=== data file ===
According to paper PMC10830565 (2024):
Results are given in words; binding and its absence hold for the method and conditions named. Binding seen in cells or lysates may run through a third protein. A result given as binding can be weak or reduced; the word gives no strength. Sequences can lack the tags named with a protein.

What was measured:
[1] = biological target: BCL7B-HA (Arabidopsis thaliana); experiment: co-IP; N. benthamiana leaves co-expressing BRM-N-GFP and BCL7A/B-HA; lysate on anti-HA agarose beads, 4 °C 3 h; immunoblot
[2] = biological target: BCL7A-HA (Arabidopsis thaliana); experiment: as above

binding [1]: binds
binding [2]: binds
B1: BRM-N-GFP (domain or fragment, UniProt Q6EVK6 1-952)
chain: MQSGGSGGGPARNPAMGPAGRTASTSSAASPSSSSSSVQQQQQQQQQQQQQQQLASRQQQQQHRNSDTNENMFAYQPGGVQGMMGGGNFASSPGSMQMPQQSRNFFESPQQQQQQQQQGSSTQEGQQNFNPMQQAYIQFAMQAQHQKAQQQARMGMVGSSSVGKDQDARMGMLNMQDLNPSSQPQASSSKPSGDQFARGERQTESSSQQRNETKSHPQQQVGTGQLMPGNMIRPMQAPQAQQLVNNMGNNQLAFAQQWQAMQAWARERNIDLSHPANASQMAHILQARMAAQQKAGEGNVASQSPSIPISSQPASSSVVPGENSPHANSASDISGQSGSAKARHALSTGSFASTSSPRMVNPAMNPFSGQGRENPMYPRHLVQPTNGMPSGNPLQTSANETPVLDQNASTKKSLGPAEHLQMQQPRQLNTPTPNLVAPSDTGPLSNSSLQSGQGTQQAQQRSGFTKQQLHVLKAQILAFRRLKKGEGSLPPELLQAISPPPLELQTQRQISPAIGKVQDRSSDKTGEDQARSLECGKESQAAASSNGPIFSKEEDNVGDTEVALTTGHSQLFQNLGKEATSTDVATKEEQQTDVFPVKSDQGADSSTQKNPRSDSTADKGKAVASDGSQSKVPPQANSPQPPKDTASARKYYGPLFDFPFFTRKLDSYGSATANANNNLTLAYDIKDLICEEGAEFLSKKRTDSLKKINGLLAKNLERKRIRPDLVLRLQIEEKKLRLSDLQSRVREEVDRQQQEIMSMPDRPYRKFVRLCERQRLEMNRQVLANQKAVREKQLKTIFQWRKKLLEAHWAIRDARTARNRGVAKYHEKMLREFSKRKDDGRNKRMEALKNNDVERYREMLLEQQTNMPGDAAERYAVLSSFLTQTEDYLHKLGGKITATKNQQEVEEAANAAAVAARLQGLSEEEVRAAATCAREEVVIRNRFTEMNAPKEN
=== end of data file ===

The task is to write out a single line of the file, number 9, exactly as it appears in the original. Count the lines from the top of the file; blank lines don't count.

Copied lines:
chain: MQSGGSGGGPARNPAMGPAGRTASTSSAASPSSSSSSVQQQQQQQQQQQQQQQLASRQQQQQHRNSDTNENMFAYQPGGVQGMMGGGNFASSPGSMQMPQQSRNFFESPQQQQQQQQQGSSTQEGQQNFNPMQQAYIQFAMQAQHQKAQQQARMGMVGSSSVGKDQDARMGMLNMQDLNPSSQPQASSSKPSGDQFARGERQTESSSQQRNETKSHPQQQVGTGQLMPGNMIRPMQAPQAQQLVNNMGNNQLAFAQQWQAMQAWARERNIDLSHPANASQMAHILQARMAAQQKAGEGNVASQSPSIPISSQPASSSVVPGENSPHANSASDISGQSGSAKARHALSTGSFASTSSPRMVNPAMNPFSGQGRENPMYPRHLVQPTNGMPSGNPLQTSANETPVLDQNASTKKSLGPAEHLQMQQPRQLNTPTPNLVAPSDTGPLSNSSLQSGQGTQQAQQRSGFTKQQLHVLKAQILAFRRLKKGEGSLPPELLQAISPPPLELQTQRQISPAIGKVQDRSSDKTGEDQARSLECGKESQAAASSNGPIFSKEEDNVGDTEVALTTGHSQLFQNLGKEATSTDVATKEEQQTDVFPVKSDQGADSSTQKNPRSDSTADKGKAVASDGSQSKVPPQANSPQPPKDTASARKYYGPLFDFPFFTRKLDSYGSATANANNNLTLAYDIKDLICEEGAEFLSKKRTDSLKKINGLLAKNLERKRIRPDLVLRLQIEEKKLRLSDLQSRVREEVDRQQQEIMSMPDRPYRKFVRLCERQRLEMNRQVLANQKAVREKQLKTIFQWRKKLLEAHWAIRDARTARNRGVAKYHEKMLREFSKRKDDGRNKRMEALKNNDVERYREMLLEQQTNMPGDAAERYAVLSSFLTQTEDYLHKLGGKITATKNQQEVEEAANAAAVAARLQGLSEEEVRAAATCAREEVVIRNRFTEMNAPKEN